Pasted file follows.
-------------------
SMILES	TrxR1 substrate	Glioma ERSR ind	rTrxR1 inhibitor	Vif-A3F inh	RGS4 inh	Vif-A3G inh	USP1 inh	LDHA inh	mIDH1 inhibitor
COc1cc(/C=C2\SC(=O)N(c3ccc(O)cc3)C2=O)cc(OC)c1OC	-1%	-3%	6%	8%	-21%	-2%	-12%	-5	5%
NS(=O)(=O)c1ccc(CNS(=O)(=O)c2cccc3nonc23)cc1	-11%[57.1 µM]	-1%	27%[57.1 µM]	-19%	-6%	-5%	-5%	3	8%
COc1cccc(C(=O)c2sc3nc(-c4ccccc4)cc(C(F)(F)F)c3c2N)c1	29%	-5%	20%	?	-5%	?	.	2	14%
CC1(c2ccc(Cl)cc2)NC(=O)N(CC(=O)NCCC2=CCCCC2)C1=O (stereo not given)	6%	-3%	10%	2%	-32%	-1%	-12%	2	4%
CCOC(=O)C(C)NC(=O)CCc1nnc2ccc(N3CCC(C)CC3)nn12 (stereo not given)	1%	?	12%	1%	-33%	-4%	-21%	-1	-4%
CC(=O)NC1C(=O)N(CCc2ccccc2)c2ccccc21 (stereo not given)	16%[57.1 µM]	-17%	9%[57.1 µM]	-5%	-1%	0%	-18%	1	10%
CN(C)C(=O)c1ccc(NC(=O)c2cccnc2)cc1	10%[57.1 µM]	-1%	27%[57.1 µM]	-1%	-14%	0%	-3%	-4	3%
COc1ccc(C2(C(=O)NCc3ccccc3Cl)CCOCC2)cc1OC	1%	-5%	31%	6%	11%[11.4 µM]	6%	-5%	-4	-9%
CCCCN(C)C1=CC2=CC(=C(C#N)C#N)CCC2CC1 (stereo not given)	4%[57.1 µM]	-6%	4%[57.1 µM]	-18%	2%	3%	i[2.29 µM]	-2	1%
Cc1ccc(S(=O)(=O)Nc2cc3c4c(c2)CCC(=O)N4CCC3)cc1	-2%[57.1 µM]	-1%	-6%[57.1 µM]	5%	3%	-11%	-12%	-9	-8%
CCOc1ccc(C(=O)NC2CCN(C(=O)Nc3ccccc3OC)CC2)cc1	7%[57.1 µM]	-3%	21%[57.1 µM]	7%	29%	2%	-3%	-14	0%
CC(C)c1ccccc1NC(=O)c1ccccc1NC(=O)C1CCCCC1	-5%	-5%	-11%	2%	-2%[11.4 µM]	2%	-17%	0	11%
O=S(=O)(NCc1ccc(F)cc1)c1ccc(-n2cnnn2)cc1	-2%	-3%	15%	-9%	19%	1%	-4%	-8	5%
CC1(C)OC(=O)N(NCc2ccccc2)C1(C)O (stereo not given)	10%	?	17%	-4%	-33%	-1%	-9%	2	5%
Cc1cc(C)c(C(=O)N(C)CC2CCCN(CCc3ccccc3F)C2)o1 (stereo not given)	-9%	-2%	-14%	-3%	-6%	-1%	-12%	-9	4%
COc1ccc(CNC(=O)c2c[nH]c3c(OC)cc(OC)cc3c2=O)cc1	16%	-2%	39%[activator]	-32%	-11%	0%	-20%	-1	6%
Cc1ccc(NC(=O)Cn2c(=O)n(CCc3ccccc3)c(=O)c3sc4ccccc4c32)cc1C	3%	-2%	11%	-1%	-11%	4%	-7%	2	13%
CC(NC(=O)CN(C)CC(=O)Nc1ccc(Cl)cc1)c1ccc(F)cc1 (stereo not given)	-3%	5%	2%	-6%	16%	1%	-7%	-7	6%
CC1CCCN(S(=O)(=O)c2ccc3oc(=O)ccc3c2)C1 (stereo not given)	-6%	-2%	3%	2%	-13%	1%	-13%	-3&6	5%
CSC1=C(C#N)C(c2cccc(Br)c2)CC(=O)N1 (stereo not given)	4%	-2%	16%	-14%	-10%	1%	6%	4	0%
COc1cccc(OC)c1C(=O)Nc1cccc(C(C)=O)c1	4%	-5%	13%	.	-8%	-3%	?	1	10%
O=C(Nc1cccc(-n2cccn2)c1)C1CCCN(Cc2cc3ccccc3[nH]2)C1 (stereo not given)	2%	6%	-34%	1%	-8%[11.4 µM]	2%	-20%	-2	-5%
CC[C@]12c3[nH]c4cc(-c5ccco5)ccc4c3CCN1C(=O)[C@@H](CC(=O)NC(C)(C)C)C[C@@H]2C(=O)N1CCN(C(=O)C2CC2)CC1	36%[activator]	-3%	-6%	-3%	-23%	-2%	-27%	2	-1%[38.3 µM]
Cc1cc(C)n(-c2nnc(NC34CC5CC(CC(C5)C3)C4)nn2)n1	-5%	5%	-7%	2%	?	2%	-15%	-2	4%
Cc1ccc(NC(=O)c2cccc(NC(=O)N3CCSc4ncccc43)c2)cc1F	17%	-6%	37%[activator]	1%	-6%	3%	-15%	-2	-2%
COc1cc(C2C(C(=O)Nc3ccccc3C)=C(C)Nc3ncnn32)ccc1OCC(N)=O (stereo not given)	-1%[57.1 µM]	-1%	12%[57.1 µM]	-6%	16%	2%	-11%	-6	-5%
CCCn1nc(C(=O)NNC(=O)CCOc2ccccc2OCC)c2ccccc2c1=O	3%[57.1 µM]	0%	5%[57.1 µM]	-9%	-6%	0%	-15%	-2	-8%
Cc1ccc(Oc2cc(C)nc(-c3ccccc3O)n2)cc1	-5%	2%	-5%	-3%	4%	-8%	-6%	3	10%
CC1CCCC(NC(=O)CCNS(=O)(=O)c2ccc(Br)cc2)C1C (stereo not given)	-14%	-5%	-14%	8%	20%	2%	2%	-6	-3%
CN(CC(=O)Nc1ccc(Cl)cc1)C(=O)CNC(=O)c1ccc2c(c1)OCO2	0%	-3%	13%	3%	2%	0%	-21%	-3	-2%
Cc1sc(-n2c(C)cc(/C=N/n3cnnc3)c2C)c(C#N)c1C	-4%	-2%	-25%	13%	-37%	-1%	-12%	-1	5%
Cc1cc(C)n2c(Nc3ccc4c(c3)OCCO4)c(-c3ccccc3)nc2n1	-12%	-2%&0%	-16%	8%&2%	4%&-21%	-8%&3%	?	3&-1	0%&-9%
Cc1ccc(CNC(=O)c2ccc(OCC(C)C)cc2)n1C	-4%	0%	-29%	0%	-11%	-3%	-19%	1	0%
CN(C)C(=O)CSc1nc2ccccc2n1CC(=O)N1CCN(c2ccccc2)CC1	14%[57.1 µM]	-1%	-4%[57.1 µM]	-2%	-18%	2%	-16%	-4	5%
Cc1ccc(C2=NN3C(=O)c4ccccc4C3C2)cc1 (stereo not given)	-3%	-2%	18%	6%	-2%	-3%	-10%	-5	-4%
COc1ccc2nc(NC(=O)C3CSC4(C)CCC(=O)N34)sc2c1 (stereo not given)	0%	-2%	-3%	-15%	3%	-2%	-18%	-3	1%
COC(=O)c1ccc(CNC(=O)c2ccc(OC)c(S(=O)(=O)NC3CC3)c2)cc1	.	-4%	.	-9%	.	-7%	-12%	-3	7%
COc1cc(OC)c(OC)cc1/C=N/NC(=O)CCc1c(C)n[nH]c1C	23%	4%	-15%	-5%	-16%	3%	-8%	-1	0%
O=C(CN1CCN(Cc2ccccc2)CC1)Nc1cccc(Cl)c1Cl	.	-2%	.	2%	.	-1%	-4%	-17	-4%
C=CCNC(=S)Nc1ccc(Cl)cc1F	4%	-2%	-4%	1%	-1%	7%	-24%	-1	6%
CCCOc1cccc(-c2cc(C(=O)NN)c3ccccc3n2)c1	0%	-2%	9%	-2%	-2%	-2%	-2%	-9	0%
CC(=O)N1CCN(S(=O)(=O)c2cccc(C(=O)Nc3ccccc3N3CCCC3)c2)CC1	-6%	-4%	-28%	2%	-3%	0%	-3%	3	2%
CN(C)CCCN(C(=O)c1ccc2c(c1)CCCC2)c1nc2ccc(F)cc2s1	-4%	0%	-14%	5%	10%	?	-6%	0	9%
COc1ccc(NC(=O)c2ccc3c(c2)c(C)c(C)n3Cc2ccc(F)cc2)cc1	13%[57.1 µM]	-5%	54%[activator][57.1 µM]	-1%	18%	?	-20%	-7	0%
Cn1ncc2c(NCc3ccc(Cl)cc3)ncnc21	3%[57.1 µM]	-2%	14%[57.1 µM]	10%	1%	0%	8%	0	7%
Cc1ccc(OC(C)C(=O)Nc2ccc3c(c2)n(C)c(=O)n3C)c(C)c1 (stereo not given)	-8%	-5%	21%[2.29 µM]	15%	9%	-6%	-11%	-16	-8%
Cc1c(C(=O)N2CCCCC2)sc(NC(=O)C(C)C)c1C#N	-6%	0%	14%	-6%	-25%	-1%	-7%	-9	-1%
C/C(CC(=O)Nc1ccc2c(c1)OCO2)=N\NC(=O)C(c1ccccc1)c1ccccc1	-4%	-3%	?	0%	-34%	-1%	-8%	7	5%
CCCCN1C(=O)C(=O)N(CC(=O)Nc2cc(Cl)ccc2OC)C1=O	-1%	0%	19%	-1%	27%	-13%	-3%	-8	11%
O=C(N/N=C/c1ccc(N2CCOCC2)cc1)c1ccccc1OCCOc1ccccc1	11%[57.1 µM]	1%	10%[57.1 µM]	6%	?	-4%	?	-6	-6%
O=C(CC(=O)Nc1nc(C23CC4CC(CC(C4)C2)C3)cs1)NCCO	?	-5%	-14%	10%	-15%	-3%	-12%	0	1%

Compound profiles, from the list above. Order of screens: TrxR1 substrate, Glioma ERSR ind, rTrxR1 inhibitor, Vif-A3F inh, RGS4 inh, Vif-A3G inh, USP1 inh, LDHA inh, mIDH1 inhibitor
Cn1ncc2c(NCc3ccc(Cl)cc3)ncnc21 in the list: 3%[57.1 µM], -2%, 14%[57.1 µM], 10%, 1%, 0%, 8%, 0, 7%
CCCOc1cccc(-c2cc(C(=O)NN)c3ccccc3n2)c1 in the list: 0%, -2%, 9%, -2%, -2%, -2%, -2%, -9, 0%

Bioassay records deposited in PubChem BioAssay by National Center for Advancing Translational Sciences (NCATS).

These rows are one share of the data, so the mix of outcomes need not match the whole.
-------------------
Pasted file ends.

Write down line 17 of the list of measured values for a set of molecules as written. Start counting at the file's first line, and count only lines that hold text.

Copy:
COc1ccc(CNC(=O)c2c[nH]c3c(OC)cc(OC)cc3c2=O)cc1	16%	-2%	39%[activator]	-32%	-11%	0%	-20%	-1	6%